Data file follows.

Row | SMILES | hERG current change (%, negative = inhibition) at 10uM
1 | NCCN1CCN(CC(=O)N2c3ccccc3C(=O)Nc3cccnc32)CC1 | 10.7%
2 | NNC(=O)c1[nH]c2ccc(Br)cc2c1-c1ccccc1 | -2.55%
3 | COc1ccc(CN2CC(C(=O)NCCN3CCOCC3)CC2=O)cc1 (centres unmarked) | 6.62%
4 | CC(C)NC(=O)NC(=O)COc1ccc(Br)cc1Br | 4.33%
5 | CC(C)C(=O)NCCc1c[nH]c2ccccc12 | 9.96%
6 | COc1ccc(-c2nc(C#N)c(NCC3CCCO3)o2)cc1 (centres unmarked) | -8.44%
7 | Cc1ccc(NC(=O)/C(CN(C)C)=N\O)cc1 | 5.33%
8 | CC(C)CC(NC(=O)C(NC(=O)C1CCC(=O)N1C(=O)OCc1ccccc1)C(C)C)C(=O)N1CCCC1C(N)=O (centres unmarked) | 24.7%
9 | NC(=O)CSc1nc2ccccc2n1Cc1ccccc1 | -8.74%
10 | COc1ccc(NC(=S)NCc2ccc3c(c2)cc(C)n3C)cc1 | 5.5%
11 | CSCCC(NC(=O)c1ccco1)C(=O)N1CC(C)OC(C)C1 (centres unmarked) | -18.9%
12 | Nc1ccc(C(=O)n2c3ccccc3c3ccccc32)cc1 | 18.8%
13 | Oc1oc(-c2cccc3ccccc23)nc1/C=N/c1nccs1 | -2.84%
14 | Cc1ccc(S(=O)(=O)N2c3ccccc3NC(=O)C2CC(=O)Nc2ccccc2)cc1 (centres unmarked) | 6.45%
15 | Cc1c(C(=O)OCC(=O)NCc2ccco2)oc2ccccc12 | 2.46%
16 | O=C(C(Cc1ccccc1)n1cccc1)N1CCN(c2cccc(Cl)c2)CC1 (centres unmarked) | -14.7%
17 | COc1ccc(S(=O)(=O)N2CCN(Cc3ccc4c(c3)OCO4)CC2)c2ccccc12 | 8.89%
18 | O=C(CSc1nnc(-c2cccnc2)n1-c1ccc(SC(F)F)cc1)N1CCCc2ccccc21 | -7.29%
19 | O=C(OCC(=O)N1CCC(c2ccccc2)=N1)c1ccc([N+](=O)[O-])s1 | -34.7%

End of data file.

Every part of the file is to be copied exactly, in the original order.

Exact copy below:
Row | SMILES | hERG current change (%, negative = inhibition) at 10uM
1 | NCCN1CCN(CC(=O)N2c3ccccc3C(=O)Nc3cccnc32)CC1 | 10.7%
2 | NNC(=O)c1[nH]c2ccc(Br)cc2c1-c1ccccc1 | -2.55%
3 | COc1ccc(CN2CC(C(=O)NCCN3CCOCC3)CC2=O)cc1 (centres unmarked) | 6.62%
4 | CC(C)NC(=O)NC(=O)COc1ccc(Br)cc1Br | 4.33%
5 | CC(C)C(=O)NCCc1c[nH]c2ccccc12 | 9.96%
6 | COc1ccc(-c2nc(C#N)c(NCC3CCCO3)o2)cc1 (centres unmarked) | -8.44%
7 | Cc1ccc(NC(=O)/C(CN(C)C)=N\O)cc1 | 5.33%
8 | CC(C)CC(NC(=O)C(NC(=O)C1CCC(=O)N1C(=O)OCc1ccccc1)C(C)C)C(=O)N1CCCC1C(N)=O (centres unmarked) | 24.7%
9 | NC(=O)CSc1nc2ccccc2n1Cc1ccccc1 | -8.74%
10 | COc1ccc(NC(=S)NCc2ccc3c(c2)cc(C)n3C)cc1 | 5.5%
11 | CSCCC(NC(=O)c1ccco1)C(=O)N1CC(C)OC(C)C1 (centres unmarked) | -18.9%
12 | Nc1ccc(C(=O)n2c3ccccc3c3ccccc32)cc1 | 18.8%
13 | Oc1oc(-c2cccc3ccccc23)nc1/C=N/c1nccs1 | -2.84%
14 | Cc1ccc(S(=O)(=O)N2c3ccccc3NC(=O)C2CC(=O)Nc2ccccc2)cc1 (centres unmarked) | 6.45%
15 | Cc1c(C(=O)OCC(=O)NCc2ccco2)oc2ccccc12 | 2.46%
16 | O=C(C(Cc1ccccc1)n1cccc1)N1CCN(c2cccc(Cl)c2)CC1 (centres unmarked) | -14.7%
17 | COc1ccc(S(=O)(=O)N2CCN(Cc3ccc4c(c3)OCO4)CC2)c2ccccc12 | 8.89%
18 | O=C(CSc1nnc(-c2cccnc2)n1-c1ccc(SC(F)F)cc1)N1CCCc2ccccc21 | -7.29%
19 | O=C(OCC(=O)N1CCC(c2ccccc2)=N1)c1ccc([N+](=O)[O-])s1 | -34.7%